Theatre

Twelfth Night @ Novello Theatre , London



cast list
Peter Bygott
Eke Chukwu
Richard Cordery
Meg Fraser
Diveen Henry
Frances Jeater
Barnaby Kay
John McKay
Forbes Masson
Aislin McGuckian
Neil McKinven
Alan Morrissey
Christopher Obi
Barrie Palmer
Christopher Robert
Gurpreet Singh
Sally Tatum
Kevin Trainor
Clive Wood

directed by
Micahel Boyd
Sitting in the newly refurbished Novello (nee Strand) Theatre pondering the austere set for Twelfth Night, I was somewhat surprised to be disturbed in my reverie by the sight of a large piece of painted black wood, no doubt left over from the redecoration, being passed in puzzlement down the row in front of me.

Perhaps this was a deliberate ploy of the producers to bring the play physically to the audience – after all, what does the shipwreck that catalyses events in Illyria do if not produce its own debris? Unfortunately, a motley collection of darkly shaded flotsam and jetsam is the best way of describing this rather confused and confusing production.

Perhaps there are some deliberate echoes of the origins of twelfth night, where norms and expectations are reversed, in Michael Boyd’s eclectic directorial choices? The play is, after all, subtitled “What you will”.

Sadly, the connections are lost somewhere along the way, making many of his choices ambiguous and bringing uncertainty rather than clarity to the staging of Shakespeare’s most pantomime of plays.

Why, for example, are shipwrecked twins Viola and Sebastian dressed like a cross between the Blue Meanies and Michael Stipe, with their odd eye shadow and 50’s-style quiffs and jeans? Why are Malvolio’s “yellow stockings and cross-garter’d” reinterpreted as Uma Thurman’s Kill Bill costume, complete with motorcycle helmet? And impressive as it is, why does everything get lowered and raised into the flies, yet still remain in view to the audience? The evocation of the shipwreck by dropping the boat vertically from the ceiling is imaginative and technically brilliant, but what does it all mean?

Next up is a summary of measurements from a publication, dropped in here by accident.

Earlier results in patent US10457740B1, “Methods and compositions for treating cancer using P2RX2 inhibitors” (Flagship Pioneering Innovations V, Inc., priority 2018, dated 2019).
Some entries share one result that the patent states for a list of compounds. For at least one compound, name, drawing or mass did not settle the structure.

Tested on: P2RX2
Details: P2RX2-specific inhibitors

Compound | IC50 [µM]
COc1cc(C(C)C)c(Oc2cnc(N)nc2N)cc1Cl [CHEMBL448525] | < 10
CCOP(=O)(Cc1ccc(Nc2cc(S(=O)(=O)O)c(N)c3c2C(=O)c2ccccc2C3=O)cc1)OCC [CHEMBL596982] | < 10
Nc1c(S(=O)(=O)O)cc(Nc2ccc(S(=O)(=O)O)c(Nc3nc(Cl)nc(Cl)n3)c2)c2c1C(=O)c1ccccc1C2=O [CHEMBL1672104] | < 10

Perhaps I am being terribly flat-headed about all this. After all, the post-show discussion in the bar was full of speculation about the interpretation, and perhaps it is ever thus. The trouble is that when technique swamps telling the story, I cannot help but feel that the strengths of Shakespeare’s writing are being overlooked. Are we all so jaded that a good story clearly told is not enough? When did the gravy become more important than the meat?

There are some highlights. The Act One Scene One set piece is well conceived and, above all, funny, with Barnaby Kay’s lovesick Duke Orsino looking like a rock star having the biggest comedown of his life. Equally, the interaction between Clive Wood’s Sir Toby Belch and John MacKay’s Sir Andrew Aguecheek is enormously entertaining, as it should be, although they are let down by a Maria played by Meg Fraser who is more Presbyterian nun than bawdy wench.

This is, at heart, where I think Boyd gets it wrong. The supporting “downstairs” characters – in particular Feste, the jester – are too dark.

This not only takes most the joy of the play away, but also makes the pace ponderous when the comedy is laden down with its inner meaning. The brilliance of Shakespeare is that it is all there in the language if you care to listen – but surely Will’s intention was to play it light, tingeing the comedy with tragedy rather than smothering it?



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